How the American Rescue Plan Act of 2021 will affect Minnesota taxpayers
On March 11, President Biden signed into law the American Rescue Plan Act of 2021 (ARPA), P.L. 117-2
. Even though most of the ARPA’s provisions provide funding for government agencies and expand the nature and scope of the United States’ social safety net, some of its provisions
affect income and tax-related changes, stimulus checks and unemployment benefits.
Because Minnesota only conforms to the Internal Revenue Code (the “Code”) as amended through Dec. 31, 2018, under its “fixed conformity” system, the state does not conform to any of the provisions of the ARPA. Legislation is required for Minnesota to conform to the ARPA’s changes.
The discussion below highlights the Minnesota tax implications of the primary tax-related changes caused by the ARPA.
In addition, it’s interesting to note that as reported on March 12 by the New York Times
(in an article that quotes Minnesota House Speaker Melissa Hortman), states like Minnesota might be prohibited from “paying for” conformity to federal tax provisions such as those enacted by the ARPA due to the ARPA’s language prohibiting states from using its funds to cut state taxes “by legislation, regulation or administration” through 2024.
Provisions Affecting Individual Taxpayers
Creation of $1,400-per-person recovery rebate for 2021 (new IRC Sec. 6428B)
Under Sec. 2201 of the CARES Act, Congress provided recovery rebates for the 2020 tax year of up to $1,200 per qualifying adult ($2,400 for joint filers) and $500 per qualifying child. The first two rounds of recovery rebates paid during 2020 were considered a refundable tax credit that wasn’t included in 2020 federal taxable income, and economic impact payments (EIPs) were considered an advance payment of this credit.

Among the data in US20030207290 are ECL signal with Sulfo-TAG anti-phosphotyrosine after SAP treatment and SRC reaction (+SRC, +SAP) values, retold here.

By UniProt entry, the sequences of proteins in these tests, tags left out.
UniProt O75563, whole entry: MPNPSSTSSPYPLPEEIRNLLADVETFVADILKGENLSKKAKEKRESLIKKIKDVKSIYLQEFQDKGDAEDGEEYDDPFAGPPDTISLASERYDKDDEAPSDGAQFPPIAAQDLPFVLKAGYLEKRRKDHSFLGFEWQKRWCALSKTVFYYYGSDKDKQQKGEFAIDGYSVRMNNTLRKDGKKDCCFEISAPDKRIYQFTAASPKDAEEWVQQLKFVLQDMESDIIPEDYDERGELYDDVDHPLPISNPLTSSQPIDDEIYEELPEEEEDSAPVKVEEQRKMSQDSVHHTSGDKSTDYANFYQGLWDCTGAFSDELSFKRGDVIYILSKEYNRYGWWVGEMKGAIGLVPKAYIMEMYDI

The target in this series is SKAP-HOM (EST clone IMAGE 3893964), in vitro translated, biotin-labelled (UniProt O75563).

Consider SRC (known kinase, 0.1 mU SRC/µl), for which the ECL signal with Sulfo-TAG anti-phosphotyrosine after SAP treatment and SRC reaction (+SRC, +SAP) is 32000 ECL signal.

Despite its nonconformity to the CARES Act, Minnesota does not include the recovery rebates in 2020 taxable income. This is because, as the Minnesota Department of Revenue’s website
indicates, these amounts “are considered a federal tax credit.”
Because the 2021 $1,400 recovery rebate created by the ARPA also functions as a refundable tax credit, Minnesota currently will not include those rebate payments in 2021 Minnesota taxable income. This outcome should not change even if Minnesota were to advance its Code conformity date to March 11, 2021.
Expansion of the child tax credit/earned income tax credit
The ARPA temporarily increases the amount of these credits, and the IRS is expected to issue monthly checks as advance payments towards this credit from July to December 2021. If the total of these advance payments exceeds what a taxpayer was entitled to, then the excess would be included in a taxpayer’s 2021 federal taxable income.
Because the taxability of this difference would likely also have existed under the pre-ARPA Code, Minnesota would presumably also include this difference in taxpayers’ 2021 Minnesota taxable income under its current law.
Extension of excess business loss limitation (Sec. 461(l)) for noncorporate taxpayers
The excess business loss limitation of Code Sec. 461(l), imposed for tax years 2018–2025 by the Tax Cuts and Jobs Act but suspended for tax years 2018–2020 by the CARES Act, was extended by the ARPA through 2026.
Minnesota law currently conforms to Sec. 461(l) for tax years 2018–2025, but not to the CARES Act’s suspension of Sec. 461(l) for 2018–2020, and not to the ARPA’s extension of Sec. 461(l) through 2026.
2020 tax exemption for up to $10,200 in unemployment benefits (new code Sec. 85(c))
Under a last-minute addition to ARPA, a taxpayer’s 2020 federal gross income excludes up to the first $10,200 of unemployment benefits. According to IRS guidance issued on March 12, 2021
, this exclusion is reported as a negative number on Schedule 1, line 8 of a taxpayer’s 2020 Form 1040, though the IRS also urged taxpayers
“not to file amended returns related to the new legislative provisions or take other unnecessary steps at this time.”